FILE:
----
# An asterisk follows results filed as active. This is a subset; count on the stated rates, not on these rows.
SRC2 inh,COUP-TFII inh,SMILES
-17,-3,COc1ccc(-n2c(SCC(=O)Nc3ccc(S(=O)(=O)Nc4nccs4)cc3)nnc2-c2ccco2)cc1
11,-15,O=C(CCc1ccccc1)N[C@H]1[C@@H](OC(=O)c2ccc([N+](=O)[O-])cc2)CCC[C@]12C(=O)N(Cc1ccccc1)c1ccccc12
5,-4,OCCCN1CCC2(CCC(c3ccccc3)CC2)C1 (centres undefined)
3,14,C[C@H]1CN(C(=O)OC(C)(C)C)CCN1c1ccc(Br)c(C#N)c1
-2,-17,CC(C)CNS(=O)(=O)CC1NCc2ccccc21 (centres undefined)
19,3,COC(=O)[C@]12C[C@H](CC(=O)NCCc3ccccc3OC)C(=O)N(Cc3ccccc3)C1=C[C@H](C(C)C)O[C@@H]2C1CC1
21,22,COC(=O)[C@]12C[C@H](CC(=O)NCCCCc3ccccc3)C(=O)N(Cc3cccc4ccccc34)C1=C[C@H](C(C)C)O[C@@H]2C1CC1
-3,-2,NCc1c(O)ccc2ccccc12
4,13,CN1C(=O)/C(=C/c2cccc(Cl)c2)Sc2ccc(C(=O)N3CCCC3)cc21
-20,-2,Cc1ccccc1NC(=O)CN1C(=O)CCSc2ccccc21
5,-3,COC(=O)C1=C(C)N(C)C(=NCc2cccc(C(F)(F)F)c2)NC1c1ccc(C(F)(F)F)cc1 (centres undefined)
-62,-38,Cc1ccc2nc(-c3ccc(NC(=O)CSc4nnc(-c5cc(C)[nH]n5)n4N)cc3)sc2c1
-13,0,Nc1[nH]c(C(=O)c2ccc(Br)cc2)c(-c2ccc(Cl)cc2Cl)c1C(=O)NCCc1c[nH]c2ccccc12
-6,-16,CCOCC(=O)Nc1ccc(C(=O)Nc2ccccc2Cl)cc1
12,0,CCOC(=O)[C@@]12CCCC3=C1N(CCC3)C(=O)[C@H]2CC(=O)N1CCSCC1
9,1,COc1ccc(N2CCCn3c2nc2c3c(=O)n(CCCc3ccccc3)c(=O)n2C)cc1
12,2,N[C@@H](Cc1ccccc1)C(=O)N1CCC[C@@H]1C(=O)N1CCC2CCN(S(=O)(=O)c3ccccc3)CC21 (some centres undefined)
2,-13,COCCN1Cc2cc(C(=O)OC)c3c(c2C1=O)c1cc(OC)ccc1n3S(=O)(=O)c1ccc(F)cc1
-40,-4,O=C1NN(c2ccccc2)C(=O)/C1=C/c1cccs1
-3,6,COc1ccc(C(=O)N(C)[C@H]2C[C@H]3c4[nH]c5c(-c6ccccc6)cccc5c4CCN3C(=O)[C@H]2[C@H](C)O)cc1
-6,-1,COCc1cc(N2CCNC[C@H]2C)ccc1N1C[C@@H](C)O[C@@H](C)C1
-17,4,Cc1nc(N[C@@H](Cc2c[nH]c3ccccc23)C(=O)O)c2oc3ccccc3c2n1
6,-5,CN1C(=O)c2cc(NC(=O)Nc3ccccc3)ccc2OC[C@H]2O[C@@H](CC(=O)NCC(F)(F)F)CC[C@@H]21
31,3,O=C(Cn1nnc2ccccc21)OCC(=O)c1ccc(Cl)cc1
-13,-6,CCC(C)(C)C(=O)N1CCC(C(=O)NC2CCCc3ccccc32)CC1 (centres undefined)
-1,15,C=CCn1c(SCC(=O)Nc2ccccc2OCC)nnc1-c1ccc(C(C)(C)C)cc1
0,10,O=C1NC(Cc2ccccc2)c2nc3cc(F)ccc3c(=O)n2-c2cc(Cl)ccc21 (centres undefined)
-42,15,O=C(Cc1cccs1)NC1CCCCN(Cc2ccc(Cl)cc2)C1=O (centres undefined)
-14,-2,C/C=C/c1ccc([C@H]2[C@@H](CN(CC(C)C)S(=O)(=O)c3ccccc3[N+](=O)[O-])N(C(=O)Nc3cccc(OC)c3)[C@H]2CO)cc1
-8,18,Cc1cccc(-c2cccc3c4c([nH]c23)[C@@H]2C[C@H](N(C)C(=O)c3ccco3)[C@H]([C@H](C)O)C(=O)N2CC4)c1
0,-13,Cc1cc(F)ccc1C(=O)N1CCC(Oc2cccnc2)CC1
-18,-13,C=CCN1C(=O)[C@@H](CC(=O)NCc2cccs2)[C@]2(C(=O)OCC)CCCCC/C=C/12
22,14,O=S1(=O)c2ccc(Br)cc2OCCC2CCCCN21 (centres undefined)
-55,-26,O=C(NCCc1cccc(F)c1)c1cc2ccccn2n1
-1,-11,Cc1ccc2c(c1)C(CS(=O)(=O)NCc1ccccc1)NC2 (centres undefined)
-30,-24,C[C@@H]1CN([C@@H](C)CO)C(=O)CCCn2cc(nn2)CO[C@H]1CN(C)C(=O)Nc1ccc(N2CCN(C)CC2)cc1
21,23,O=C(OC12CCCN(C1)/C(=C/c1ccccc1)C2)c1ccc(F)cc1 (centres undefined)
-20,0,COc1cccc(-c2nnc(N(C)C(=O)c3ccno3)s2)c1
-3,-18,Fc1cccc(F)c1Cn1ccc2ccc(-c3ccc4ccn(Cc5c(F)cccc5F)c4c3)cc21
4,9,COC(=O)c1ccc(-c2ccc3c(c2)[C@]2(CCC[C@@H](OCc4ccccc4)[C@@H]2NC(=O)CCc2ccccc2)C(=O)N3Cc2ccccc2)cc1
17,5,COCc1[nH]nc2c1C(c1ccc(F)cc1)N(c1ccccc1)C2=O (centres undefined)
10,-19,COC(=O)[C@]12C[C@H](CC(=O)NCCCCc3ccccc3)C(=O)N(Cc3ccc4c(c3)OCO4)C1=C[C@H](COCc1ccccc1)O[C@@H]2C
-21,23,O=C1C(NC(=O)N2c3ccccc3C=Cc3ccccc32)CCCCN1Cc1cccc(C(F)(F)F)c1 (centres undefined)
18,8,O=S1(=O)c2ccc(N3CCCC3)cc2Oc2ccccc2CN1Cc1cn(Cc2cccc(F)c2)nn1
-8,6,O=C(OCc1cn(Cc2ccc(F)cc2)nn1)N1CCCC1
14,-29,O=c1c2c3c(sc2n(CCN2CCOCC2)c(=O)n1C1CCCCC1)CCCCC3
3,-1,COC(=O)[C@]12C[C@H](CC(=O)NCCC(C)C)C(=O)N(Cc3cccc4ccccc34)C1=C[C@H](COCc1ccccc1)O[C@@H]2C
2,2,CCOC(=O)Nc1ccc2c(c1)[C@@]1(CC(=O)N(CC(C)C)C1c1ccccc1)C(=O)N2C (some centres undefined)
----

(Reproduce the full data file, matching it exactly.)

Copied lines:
# An asterisk follows results filed as active. This is a subset; count on the stated rates, not on these rows.
SRC2 inh,COUP-TFII inh,SMILES
-17,-3,COc1ccc(-n2c(SCC(=O)Nc3ccc(S(=O)(=O)Nc4nccs4)cc3)nnc2-c2ccco2)cc1
11,-15,O=C(CCc1ccccc1)N[C@H]1[C@@H](OC(=O)c2ccc([N+](=O)[O-])cc2)CCC[C@]12C(=O)N(Cc1ccccc1)c1ccccc12
5,-4,OCCCN1CCC2(CCC(c3ccccc3)CC2)C1 (centres undefined)
3,14,C[C@H]1CN(C(=O)OC(C)(C)C)CCN1c1ccc(Br)c(C#N)c1
-2,-17,CC(C)CNS(=O)(=O)CC1NCc2ccccc21 (centres undefined)
19,3,COC(=O)[C@]12C[C@H](CC(=O)NCCc3ccccc3OC)C(=O)N(Cc3ccccc3)C1=C[C@H](C(C)C)O[C@@H]2C1CC1
21,22,COC(=O)[C@]12C[C@H](CC(=O)NCCCCc3ccccc3)C(=O)N(Cc3cccc4ccccc34)C1=C[C@H](C(C)C)O[C@@H]2C1CC1
-3,-2,NCc1c(O)ccc2ccccc12
4,13,CN1C(=O)/C(=C/c2cccc(Cl)c2)Sc2ccc(C(=O)N3CCCC3)cc21
-20,-2,Cc1ccccc1NC(=O)CN1C(=O)CCSc2ccccc21
5,-3,COC(=O)C1=C(C)N(C)C(=NCc2cccc(C(F)(F)F)c2)NC1c1ccc(C(F)(F)F)cc1 (centres undefined)
-62,-38,Cc1ccc2nc(-c3ccc(NC(=O)CSc4nnc(-c5cc(C)[nH]n5)n4N)cc3)sc2c1
-13,0,Nc1[nH]c(C(=O)c2ccc(Br)cc2)c(-c2ccc(Cl)cc2Cl)c1C(=O)NCCc1c[nH]c2ccccc12
-6,-16,CCOCC(=O)Nc1ccc(C(=O)Nc2ccccc2Cl)cc1
12,0,CCOC(=O)[C@@]12CCCC3=C1N(CCC3)C(=O)[C@H]2CC(=O)N1CCSCC1
9,1,COc1ccc(N2CCCn3c2nc2c3c(=O)n(CCCc3ccccc3)c(=O)n2C)cc1
12,2,N[C@@H](Cc1ccccc1)C(=O)N1CCC[C@@H]1C(=O)N1CCC2CCN(S(=O)(=O)c3ccccc3)CC21 (some centres undefined)
2,-13,COCCN1Cc2cc(C(=O)OC)c3c(c2C1=O)c1cc(OC)ccc1n3S(=O)(=O)c1ccc(F)cc1
-40,-4,O=C1NN(c2ccccc2)C(=O)/C1=C/c1cccs1
-3,6,COc1ccc(C(=O)N(C)[C@H]2C[C@H]3c4[nH]c5c(-c6ccccc6)cccc5c4CCN3C(=O)[C@H]2[C@H](C)O)cc1
-6,-1,COCc1cc(N2CCNC[C@H]2C)ccc1N1C[C@@H](C)O[C@@H](C)C1
-17,4,Cc1nc(N[C@@H](Cc2c[nH]c3ccccc23)C(=O)O)c2oc3ccccc3c2n1
6,-5,CN1C(=O)c2cc(NC(=O)Nc3ccccc3)ccc2OC[C@H]2O[C@@H](CC(=O)NCC(F)(F)F)CC[C@@H]21
31,3,O=C(Cn1nnc2ccccc21)OCC(=O)c1ccc(Cl)cc1
-13,-6,CCC(C)(C)C(=O)N1CCC(C(=O)NC2CCCc3ccccc32)CC1 (centres undefined)
-1,15,C=CCn1c(SCC(=O)Nc2ccccc2OCC)nnc1-c1ccc(C(C)(C)C)cc1
0,10,O=C1NC(Cc2ccccc2)c2nc3cc(F)ccc3c(=O)n2-c2cc(Cl)ccc21 (centres undefined)
-42,15,O=C(Cc1cccs1)NC1CCCCN(Cc2ccc(Cl)cc2)C1=O (centres undefined)
-14,-2,C/C=C/c1ccc([C@H]2[C@@H](CN(CC(C)C)S(=O)(=O)c3ccccc3[N+](=O)[O-])N(C(=O)Nc3cccc(OC)c3)[C@H]2CO)cc1
-8,18,Cc1cccc(-c2cccc3c4c([nH]c23)[C@@H]2C[C@H](N(C)C(=O)c3ccco3)[C@H]([C@H](C)O)C(=O)N2CC4)c1
0,-13,Cc1cc(F)ccc1C(=O)N1CCC(Oc2cccnc2)CC1
-18,-13,C=CCN1C(=O)[C@@H](CC(=O)NCc2cccs2)[C@]2(C(=O)OCC)CCCCC/C=C/12
22,14,O=S1(=O)c2ccc(Br)cc2OCCC2CCCCN21 (centres undefined)
-55,-26,O=C(NCCc1cccc(F)c1)c1cc2ccccn2n1
-1,-11,Cc1ccc2c(c1)C(CS(=O)(=O)NCc1ccccc1)NC2 (centres undefined)
-30,-24,C[C@@H]1CN([C@@H](C)CO)C(=O)CCCn2cc(nn2)CO[C@H]1CN(C)C(=O)Nc1ccc(N2CCN(C)CC2)cc1
21,23,O=C(OC12CCCN(C1)/C(=C/c1ccccc1)C2)c1ccc(F)cc1 (centres undefined)
-20,0,COc1cccc(-c2nnc(N(C)C(=O)c3ccno3)s2)c1
-3,-18,Fc1cccc(F)c1Cn1ccc2ccc(-c3ccc4ccn(Cc5c(F)cccc5F)c4c3)cc21
4,9,COC(=O)c1ccc(-c2ccc3c(c2)[C@]2(CCC[C@@H](OCc4ccccc4)[C@@H]2NC(=O)CCc2ccccc2)C(=O)N3Cc2ccccc2)cc1
17,5,COCc1[nH]nc2c1C(c1ccc(F)cc1)N(c1ccccc1)C2=O (centres undefined)
10,-19,COC(=O)[C@]12C[C@H](CC(=O)NCCCCc3ccccc3)C(=O)N(Cc3ccc4c(c3)OCO4)C1=C[C@H](COCc1ccccc1)O[C@@H]2C
-21,23,O=C1C(NC(=O)N2c3ccccc3C=Cc3ccccc32)CCCCN1Cc1cccc(C(F)(F)F)c1 (centres undefined)
18,8,O=S1(=O)c2ccc(N3CCCC3)cc2Oc2ccccc2CN1Cc1cn(Cc2cccc(F)c2)nn1
-8,6,O=C(OCc1cn(Cc2ccc(F)cc2)nn1)N1CCCC1
14,-29,O=c1c2c3c(sc2n(CCN2CCOCC2)c(=O)n1C1CCCCC1)CCCCC3
3,-1,COC(=O)[C@]12C[C@H](CC(=O)NCCC(C)C)C(=O)N(Cc3cccc4ccccc34)C1=C[C@H](COCc1ccccc1)O[C@@H]2C
2,2,CCOC(=O)Nc1ccc2c(c1)[C@@]1(CC(=O)N(CC(C)C)C1c1ccccc1)C(=O)N2C (some centres undefined)